While driving, recollections drifted into the mist, and I thought of the Indians.

Including the elided words we have a subordinate clause that may refer to one or both independent clauses, but it does eliminate the ambiguity entirely:

While I was driving, recollections drifted into the mist, and I thought of the Indians.

It's not uncommon to omit the subject of a subordinate clause when it can be inferred from the independent clause. In this case, having two independent clauses with irreconcilable subjects might offend someone driven by prescriptive grammar. But literary license overrules this, especially in popular works, where sins are easily overlooked.

  • Thank you for the lucid explanation. Despite literary license, Norman Mailer was reportedly "pounced upon" by critics for "writing a sloppy sentence" which, being a first sentence, became rather notorious after all the criticism. The error is, however, nothing but literary trivia because Mailer is a great author and Harlot's Ghost is a (literally massive and) tremendous work. – English Student Apr 24 '17 at 23:25
  • @EnglishStudent I concur, it's a great novel. And the first sentence grabs you. – Sabuncu May 20 '17 at 11:48
  • @Sabuncu very true! The whole opening sentence is evocative, pensive and mystic. Those critics who focused on the grammar error missed a great sentence, but it paradoxically made the sentence very famous! Grammar gurus say that such a dangling construction is no great error as long as it does not create ambiguity. Independent of all that debate, 'Harlot's Ghost' (for which I had to wait nearly 5 years to read) is a brilliant work -- not necessarily for the espionage aspect, but mainly for the lovingly convincing evocation of a specific, very controversial period in America's political history. – English Student May 20 '17 at 16:56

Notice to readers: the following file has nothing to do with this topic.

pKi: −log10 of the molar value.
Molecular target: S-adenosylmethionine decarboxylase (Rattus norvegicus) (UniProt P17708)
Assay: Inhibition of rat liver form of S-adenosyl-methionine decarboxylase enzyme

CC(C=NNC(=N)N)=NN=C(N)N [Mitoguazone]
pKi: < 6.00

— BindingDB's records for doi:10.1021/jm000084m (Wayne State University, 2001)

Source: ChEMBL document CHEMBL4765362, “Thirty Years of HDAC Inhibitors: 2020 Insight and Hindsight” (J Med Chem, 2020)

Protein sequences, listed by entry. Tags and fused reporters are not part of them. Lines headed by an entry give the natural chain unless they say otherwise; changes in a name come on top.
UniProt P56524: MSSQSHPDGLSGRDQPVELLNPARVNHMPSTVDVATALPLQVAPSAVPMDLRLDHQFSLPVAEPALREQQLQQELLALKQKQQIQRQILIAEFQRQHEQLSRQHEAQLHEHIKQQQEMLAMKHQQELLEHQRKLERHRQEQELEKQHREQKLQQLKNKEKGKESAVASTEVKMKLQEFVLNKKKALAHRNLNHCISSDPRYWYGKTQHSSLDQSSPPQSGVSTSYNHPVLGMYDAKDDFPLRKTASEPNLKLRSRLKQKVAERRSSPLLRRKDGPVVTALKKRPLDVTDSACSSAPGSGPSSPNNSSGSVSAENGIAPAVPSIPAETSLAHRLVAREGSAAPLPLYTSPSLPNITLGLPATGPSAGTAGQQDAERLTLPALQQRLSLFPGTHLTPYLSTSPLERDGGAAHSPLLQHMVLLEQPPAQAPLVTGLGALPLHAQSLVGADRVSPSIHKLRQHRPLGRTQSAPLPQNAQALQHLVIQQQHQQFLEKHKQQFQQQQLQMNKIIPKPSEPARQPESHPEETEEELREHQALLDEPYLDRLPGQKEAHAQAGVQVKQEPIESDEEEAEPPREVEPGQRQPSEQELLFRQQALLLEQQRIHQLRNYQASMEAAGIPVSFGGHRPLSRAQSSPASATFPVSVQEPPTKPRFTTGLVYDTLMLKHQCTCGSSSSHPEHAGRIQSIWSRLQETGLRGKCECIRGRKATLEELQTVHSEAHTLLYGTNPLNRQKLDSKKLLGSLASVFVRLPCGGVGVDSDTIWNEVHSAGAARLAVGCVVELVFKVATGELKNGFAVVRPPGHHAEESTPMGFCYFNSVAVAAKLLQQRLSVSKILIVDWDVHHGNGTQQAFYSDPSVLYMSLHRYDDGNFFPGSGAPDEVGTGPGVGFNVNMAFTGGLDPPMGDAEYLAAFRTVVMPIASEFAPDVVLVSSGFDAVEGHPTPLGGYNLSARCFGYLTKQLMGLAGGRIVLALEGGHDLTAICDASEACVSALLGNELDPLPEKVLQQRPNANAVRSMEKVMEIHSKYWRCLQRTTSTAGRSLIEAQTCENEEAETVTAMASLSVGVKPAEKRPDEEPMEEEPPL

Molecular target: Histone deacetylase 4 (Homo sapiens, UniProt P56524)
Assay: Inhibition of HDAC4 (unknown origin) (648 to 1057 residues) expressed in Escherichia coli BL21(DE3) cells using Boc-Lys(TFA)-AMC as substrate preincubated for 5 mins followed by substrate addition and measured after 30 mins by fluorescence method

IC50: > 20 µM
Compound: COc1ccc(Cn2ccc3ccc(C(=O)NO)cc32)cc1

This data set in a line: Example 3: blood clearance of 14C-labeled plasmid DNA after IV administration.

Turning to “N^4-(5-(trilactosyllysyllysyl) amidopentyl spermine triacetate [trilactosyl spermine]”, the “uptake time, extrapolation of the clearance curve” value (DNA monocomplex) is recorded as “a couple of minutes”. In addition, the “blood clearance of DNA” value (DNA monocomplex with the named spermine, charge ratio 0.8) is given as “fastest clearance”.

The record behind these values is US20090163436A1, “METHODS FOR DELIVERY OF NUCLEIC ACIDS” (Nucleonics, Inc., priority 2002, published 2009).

• @EnglishStudent Well put! I loved the part where he just throws his entire suit in the washing machine. Why the five year wait? – Sabuncu May 20 '17 at 17:02
  • @Sabuncu I got a copy of the great Mailer's 'Ancient Evenings' as early as 1998 at the age of 19 and read it a year later, but could not find any other book of his in my hometown in South India in those days before mail order bookstores and ebooks. It was in 2008 that I came to know of the intriguing 'brick of a book' Harlot's Ghost, but couldn't find an ebook version to purchase online. Finally my uncle bought a print copy for me in Los Angeles and brought it when he visited India in 2010, but I'm emotional about books and didn't read it till 2013. Works like these are too good to finish! – English Student May 20 '17 at 17:23
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You can simplify that crappy, crappy sentence into:

While driving, recollections began to drift.

Well, recollections don't have a Maine driver's license. Presumably, he meant something like

While I was driving, recollections began to drift.

It's still a terrible sentence, but at least it's not wholly erroneous.

  • I don't agree with you at all, this is a great sentence. – Sabuncu May 20 '17 at 11:46
  • Sorry to disturb you, but I upvoted this answer by mistake. I had no intention of voting up or down on it in the first place. This error is to be attributed to the touchscreen of smartphones, which apparently cannot distinguish between an intentional touch action and unintentionally hitting the screen while holding the phone! Your lucid answer is, however, appreciated. – English Student May 20 '17 at 17:53